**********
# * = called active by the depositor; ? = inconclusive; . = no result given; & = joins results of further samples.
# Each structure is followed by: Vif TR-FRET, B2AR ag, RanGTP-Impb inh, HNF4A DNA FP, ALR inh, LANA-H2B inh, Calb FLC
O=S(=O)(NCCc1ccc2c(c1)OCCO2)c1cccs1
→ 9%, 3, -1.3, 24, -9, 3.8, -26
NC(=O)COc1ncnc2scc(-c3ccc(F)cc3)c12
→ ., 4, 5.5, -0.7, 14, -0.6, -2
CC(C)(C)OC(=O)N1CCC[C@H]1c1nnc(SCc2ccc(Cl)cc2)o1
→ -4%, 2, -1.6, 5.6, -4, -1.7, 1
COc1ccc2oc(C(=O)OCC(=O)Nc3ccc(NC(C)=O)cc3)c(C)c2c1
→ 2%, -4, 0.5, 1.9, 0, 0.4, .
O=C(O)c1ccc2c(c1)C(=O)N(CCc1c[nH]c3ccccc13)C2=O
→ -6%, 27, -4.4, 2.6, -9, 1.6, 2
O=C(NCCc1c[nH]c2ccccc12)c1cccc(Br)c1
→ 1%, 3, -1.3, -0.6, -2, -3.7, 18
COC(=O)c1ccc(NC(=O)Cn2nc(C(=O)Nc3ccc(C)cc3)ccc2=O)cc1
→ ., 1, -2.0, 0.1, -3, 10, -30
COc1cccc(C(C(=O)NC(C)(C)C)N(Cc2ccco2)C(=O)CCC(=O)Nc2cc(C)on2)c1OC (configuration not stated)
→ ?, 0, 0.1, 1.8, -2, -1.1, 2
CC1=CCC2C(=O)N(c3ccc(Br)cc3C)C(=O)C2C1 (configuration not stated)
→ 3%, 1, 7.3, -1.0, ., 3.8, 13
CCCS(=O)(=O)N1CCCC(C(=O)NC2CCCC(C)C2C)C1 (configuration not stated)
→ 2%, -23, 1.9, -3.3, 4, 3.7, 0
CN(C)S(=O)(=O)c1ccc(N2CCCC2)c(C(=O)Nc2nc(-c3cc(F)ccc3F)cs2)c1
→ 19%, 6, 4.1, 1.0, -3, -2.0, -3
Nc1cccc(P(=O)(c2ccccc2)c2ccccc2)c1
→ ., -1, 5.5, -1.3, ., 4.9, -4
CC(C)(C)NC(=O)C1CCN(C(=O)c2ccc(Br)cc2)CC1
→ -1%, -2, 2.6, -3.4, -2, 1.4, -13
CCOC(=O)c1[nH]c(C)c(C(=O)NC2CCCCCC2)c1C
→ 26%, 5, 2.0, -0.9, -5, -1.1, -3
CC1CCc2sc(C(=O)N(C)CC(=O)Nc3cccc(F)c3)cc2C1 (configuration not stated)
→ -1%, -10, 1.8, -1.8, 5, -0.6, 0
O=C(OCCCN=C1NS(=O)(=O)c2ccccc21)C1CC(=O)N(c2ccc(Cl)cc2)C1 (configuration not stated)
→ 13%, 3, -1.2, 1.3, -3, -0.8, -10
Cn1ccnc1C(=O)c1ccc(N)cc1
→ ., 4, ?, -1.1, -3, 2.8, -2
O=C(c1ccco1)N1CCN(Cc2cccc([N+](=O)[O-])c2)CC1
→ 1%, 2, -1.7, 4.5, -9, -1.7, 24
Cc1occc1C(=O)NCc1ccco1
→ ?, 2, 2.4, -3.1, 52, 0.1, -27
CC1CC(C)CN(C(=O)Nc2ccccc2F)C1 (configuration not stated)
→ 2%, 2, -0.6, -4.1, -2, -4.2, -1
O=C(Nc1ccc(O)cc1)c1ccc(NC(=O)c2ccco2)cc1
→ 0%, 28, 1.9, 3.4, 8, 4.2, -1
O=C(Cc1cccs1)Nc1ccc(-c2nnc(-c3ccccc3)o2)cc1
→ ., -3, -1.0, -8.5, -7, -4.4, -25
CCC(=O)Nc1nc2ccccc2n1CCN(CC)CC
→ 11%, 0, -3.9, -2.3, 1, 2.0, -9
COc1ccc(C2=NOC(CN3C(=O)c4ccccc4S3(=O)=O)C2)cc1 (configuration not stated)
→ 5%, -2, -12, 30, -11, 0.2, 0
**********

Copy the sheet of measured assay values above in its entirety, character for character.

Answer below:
# * = called active by the depositor; ? = inconclusive; . = no result given; & = joins results of further samples.
# Each structure is followed by: Vif TR-FRET, B2AR ag, RanGTP-Impb inh, HNF4A DNA FP, ALR inh, LANA-H2B inh, Calb FLC
O=S(=O)(NCCc1ccc2c(c1)OCCO2)c1cccs1
→ 9%, 3, -1.3, 24, -9, 3.8, -26
NC(=O)COc1ncnc2scc(-c3ccc(F)cc3)c12
→ ., 4, 5.5, -0.7, 14, -0.6, -2
CC(C)(C)OC(=O)N1CCC[C@H]1c1nnc(SCc2ccc(Cl)cc2)o1
→ -4%, 2, -1.6, 5.6, -4, -1.7, 1
COc1ccc2oc(C(=O)OCC(=O)Nc3ccc(NC(C)=O)cc3)c(C)c2c1
→ 2%, -4, 0.5, 1.9, 0, 0.4, .
O=C(O)c1ccc2c(c1)C(=O)N(CCc1c[nH]c3ccccc13)C2=O
→ -6%, 27, -4.4, 2.6, -9, 1.6, 2
O=C(NCCc1c[nH]c2ccccc12)c1cccc(Br)c1
→ 1%, 3, -1.3, -0.6, -2, -3.7, 18
COC(=O)c1ccc(NC(=O)Cn2nc(C(=O)Nc3ccc(C)cc3)ccc2=O)cc1
→ ., 1, -2.0, 0.1, -3, 10, -30
COc1cccc(C(C(=O)NC(C)(C)C)N(Cc2ccco2)C(=O)CCC(=O)Nc2cc(C)on2)c1OC (configuration not stated)
→ ?, 0, 0.1, 1.8, -2, -1.1, 2
CC1=CCC2C(=O)N(c3ccc(Br)cc3C)C(=O)C2C1 (configuration not stated)
→ 3%, 1, 7.3, -1.0, ., 3.8, 13
CCCS(=O)(=O)N1CCCC(C(=O)NC2CCCC(C)C2C)C1 (configuration not stated)
→ 2%, -23, 1.9, -3.3, 4, 3.7, 0
CN(C)S(=O)(=O)c1ccc(N2CCCC2)c(C(=O)Nc2nc(-c3cc(F)ccc3F)cs2)c1
→ 19%, 6, 4.1, 1.0, -3, -2.0, -3
Nc1cccc(P(=O)(c2ccccc2)c2ccccc2)c1
→ ., -1, 5.5, -1.3, ., 4.9, -4
CC(C)(C)NC(=O)C1CCN(C(=O)c2ccc(Br)cc2)CC1
→ -1%, -2, 2.6, -3.4, -2, 1.4, -13
CCOC(=O)c1[nH]c(C)c(C(=O)NC2CCCCCC2)c1C
→ 26%, 5, 2.0, -0.9, -5, -1.1, -3
CC1CCc2sc(C(=O)N(C)CC(=O)Nc3cccc(F)c3)cc2C1 (configuration not stated)
→ -1%, -10, 1.8, -1.8, 5, -0.6, 0
O=C(OCCCN=C1NS(=O)(=O)c2ccccc21)C1CC(=O)N(c2ccc(Cl)cc2)C1 (configuration not stated)
→ 13%, 3, -1.2, 1.3, -3, -0.8, -10
Cn1ccnc1C(=O)c1ccc(N)cc1
→ ., 4, ?, -1.1, -3, 2.8, -2
O=C(c1ccco1)N1CCN(Cc2cccc([N+](=O)[O-])c2)CC1
→ 1%, 2, -1.7, 4.5, -9, -1.7, 24
Cc1occc1C(=O)NCc1ccco1
→ ?, 2, 2.4, -3.1, 52, 0.1, -27
CC1CC(C)CN(C(=O)Nc2ccccc2F)C1 (configuration not stated)
→ 2%, 2, -0.6, -4.1, -2, -4.2, -1
O=C(Nc1ccc(O)cc1)c1ccc(NC(=O)c2ccco2)cc1
→ 0%, 28, 1.9, 3.4, 8, 4.2, -1
O=C(Cc1cccs1)Nc1ccc(-c2nnc(-c3ccccc3)o2)cc1
→ ., -3, -1.0, -8.5, -7, -4.4, -25
CCC(=O)Nc1nc2ccccc2n1CCN(CC)CC
→ 11%, 0, -3.9, -2.3, 1, 2.0, -9
COc1ccc(C2=NOC(CN3C(=O)c4ccccc4S3(=O)=O)C2)cc1 (configuration not stated)
→ 5%, -2, -12, 30, -11, 0.2, 0